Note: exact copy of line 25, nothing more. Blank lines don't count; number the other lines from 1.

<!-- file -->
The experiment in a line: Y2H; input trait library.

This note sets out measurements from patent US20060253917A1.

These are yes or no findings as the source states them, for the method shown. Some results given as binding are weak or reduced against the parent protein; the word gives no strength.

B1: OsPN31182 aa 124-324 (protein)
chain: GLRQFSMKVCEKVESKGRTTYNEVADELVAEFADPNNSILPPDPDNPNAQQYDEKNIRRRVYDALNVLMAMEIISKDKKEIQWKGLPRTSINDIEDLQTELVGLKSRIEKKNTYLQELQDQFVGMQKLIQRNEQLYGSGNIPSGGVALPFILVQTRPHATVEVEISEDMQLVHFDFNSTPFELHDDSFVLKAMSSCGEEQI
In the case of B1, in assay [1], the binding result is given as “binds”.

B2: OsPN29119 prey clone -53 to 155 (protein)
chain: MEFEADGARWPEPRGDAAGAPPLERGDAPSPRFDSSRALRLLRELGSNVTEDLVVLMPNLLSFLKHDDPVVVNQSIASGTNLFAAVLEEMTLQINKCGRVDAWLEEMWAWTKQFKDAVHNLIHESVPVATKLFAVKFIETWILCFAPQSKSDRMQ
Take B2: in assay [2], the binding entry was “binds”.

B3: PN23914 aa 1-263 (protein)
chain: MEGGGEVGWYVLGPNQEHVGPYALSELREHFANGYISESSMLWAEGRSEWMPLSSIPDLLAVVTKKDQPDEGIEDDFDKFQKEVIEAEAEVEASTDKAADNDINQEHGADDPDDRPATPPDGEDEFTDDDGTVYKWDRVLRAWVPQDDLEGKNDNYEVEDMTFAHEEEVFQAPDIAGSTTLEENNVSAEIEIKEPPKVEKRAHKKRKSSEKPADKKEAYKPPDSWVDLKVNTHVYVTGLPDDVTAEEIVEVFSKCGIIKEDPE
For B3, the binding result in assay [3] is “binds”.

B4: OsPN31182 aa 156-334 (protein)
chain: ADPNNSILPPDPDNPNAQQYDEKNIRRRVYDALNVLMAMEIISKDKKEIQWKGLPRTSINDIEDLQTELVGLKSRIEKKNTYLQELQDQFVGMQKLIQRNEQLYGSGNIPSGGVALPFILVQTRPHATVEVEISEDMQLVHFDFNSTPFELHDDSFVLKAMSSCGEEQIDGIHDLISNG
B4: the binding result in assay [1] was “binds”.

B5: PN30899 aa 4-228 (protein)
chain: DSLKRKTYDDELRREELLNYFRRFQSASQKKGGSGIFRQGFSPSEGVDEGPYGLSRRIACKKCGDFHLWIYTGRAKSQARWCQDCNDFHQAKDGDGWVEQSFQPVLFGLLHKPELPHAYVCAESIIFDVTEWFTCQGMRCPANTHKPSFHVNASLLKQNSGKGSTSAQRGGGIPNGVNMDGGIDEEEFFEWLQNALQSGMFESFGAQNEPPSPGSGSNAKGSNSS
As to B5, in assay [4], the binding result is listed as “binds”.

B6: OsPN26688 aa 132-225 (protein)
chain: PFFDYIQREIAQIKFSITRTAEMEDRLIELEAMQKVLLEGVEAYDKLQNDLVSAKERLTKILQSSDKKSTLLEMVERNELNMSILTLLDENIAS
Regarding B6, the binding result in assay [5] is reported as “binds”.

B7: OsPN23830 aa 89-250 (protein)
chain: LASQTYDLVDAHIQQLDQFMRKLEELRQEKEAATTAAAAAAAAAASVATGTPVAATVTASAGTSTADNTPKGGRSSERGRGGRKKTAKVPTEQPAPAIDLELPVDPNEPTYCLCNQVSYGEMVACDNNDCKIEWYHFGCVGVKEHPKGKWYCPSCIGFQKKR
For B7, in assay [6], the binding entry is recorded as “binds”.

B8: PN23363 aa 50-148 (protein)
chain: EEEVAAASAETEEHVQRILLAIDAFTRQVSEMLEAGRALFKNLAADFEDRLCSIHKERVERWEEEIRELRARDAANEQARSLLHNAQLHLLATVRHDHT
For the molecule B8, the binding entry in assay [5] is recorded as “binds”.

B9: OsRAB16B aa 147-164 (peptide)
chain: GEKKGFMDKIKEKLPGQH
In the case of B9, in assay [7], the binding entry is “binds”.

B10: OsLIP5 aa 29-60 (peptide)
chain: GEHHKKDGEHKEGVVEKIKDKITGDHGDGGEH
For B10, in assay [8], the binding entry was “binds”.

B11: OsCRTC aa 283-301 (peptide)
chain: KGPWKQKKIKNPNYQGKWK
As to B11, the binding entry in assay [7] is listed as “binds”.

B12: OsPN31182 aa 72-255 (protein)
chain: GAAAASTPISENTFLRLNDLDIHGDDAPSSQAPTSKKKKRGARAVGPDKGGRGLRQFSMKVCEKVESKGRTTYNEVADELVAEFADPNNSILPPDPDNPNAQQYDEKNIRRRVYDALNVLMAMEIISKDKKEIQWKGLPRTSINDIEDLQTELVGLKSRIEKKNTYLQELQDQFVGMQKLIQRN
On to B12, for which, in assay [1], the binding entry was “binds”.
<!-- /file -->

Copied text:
B8: PN23363 aa 50-148 (protein)